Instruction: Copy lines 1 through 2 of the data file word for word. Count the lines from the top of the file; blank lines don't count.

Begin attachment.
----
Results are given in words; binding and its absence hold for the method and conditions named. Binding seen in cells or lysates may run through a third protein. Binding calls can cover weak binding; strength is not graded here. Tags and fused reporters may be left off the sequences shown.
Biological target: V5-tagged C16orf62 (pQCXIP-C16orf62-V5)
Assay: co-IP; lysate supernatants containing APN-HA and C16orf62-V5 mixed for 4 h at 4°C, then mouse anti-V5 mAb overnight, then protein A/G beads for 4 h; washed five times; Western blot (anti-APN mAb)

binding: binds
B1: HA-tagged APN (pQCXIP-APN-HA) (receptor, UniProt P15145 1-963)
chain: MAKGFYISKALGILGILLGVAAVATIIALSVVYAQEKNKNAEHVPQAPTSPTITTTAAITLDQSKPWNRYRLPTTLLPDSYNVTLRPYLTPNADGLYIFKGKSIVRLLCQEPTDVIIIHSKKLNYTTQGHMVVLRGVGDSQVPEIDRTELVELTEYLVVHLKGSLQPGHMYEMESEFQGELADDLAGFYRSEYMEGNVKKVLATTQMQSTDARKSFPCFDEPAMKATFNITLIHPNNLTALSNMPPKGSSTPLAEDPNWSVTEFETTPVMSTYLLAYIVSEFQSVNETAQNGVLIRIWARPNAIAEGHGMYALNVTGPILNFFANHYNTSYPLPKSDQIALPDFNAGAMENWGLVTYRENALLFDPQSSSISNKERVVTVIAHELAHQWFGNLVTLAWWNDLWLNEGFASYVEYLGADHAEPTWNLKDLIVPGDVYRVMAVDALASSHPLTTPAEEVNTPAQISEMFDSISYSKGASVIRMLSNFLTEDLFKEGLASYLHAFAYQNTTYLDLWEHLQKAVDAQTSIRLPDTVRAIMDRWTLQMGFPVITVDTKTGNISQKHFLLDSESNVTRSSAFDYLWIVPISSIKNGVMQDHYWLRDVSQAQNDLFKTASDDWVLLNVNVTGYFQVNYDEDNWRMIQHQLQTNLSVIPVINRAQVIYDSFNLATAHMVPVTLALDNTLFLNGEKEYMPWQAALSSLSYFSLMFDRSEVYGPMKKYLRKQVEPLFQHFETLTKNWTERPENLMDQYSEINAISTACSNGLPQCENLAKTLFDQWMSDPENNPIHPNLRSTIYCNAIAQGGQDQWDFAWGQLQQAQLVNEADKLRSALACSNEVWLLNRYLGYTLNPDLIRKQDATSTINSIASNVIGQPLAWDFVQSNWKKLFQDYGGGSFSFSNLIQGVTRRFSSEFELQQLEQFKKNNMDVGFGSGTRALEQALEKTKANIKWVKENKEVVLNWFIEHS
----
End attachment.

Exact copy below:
Results are given in words; binding and its absence hold for the method and conditions named. Binding seen in cells or lysates may run through a third protein. Binding calls can cover weak binding; strength is not graded here. Tags and fused reporters may be left off the sequences shown.
Biological target: V5-tagged C16orf62 (pQCXIP-C16orf62-V5)